Apple is considered the most innovative company when it comes to some specific products and services, the Cupertino company always prides itself on being one step ahead with accessibility features. While this can be true in many areas, Apple’s voice assistant in one category has now been beaten by Google’s competition. A video demonstrates the problem.
iPhone vs. Pixel: Google Assistant leaves Apple Siri behind
Accessibility can help in many cases to simplify the work with smartphones, tablets, or computers in general. This also includes voice recognition, which is standard for both Apple and Google and, for example, enables dictation functions in any app.
One of the reasons why Apple’s speech recognition is neglected in this case is probably the technology used. While Google’s detection takes place locally on the smartphone, Apple has long relied on network connections, which causes a delay. Only since iOS 13 has Apple allowed voice recognition for selected languages to run exclusively on the device.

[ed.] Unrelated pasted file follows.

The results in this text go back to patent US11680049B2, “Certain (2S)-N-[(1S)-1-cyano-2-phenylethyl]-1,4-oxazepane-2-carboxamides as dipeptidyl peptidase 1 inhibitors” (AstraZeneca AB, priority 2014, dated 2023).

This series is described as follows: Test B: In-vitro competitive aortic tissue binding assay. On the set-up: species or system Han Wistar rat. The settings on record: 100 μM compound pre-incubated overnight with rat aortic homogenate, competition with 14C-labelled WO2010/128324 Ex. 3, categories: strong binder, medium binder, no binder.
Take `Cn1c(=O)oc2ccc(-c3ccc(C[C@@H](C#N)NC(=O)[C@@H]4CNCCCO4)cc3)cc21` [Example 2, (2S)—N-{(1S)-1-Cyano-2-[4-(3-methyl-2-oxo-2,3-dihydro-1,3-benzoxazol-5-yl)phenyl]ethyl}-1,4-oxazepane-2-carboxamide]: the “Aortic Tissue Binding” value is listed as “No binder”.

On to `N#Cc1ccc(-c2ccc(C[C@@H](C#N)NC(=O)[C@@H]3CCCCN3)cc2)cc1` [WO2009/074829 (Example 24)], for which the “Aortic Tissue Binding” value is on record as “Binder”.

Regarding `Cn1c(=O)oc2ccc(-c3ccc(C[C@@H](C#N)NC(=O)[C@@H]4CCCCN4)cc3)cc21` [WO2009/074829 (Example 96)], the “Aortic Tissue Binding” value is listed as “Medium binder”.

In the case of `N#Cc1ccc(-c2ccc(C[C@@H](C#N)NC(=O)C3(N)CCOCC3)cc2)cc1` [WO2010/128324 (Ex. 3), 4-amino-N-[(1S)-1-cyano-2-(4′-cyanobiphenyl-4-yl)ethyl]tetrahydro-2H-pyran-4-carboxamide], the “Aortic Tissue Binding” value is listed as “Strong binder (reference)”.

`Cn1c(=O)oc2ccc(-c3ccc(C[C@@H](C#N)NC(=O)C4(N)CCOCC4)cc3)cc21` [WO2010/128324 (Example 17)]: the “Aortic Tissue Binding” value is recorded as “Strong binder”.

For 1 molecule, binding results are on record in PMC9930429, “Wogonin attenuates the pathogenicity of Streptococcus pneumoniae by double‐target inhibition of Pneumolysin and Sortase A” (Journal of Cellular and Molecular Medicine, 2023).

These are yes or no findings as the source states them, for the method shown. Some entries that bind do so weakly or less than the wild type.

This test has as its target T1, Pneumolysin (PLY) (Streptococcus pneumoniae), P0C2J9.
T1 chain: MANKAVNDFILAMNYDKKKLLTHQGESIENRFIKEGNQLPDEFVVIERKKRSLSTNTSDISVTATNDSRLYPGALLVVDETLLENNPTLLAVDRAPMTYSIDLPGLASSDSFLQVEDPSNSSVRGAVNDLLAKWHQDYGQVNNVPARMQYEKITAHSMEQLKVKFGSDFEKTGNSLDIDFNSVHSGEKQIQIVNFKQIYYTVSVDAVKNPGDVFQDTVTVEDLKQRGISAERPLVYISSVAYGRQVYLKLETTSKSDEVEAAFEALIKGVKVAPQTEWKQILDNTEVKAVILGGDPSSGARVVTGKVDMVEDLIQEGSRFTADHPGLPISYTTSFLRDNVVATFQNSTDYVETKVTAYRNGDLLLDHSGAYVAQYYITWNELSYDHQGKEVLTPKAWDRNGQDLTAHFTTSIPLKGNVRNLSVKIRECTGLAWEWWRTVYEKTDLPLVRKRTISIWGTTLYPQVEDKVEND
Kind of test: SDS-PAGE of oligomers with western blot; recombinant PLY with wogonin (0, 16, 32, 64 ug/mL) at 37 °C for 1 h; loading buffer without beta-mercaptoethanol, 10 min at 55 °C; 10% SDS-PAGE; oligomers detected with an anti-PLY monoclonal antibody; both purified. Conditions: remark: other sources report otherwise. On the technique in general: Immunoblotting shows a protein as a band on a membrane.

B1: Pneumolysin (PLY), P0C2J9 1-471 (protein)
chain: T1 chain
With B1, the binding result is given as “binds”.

Another comparison that Ben Harraway published in response to the video above shows that this detection is significantly more powerful . He forces local recognition by activating the flight mode of his iPhone, as can be seen at the beginning of the video:
In addition to the sheer speed, Apple’s detection must also be beaten in terms of accuracy. Apple, therefore, has some catching up to do in this area. It can still be hoped that iOS 14, for example, will bring some improvements in this regard. We expect the first presentation of the new operating system at WWDC, which starts on June 22nd.
Siri again exposed: “What time is it in London?”
In addition to the problems shown above with Apple’s speech recognition, which is an essential part of Siri, the voice assistant itself also has to regularly listen to criticism. Recently there was criticism from Nilay Patel of The Verge, who asked his smartwatch what the time is in London.
In response, Siri did not provide time for London in England, but for London, Canada. An answer that is not wrong per se, but is certainly not expected in most cases. John Gruber tried the same question and found even clearer problems with the digital assistant. While his iPhone also answered the question with this London – possibly due to the proximity to Canada – his HomePod recognized the desired city on the island and gave the time. So Siri not only provides an unexpected answer but is also inconsistent.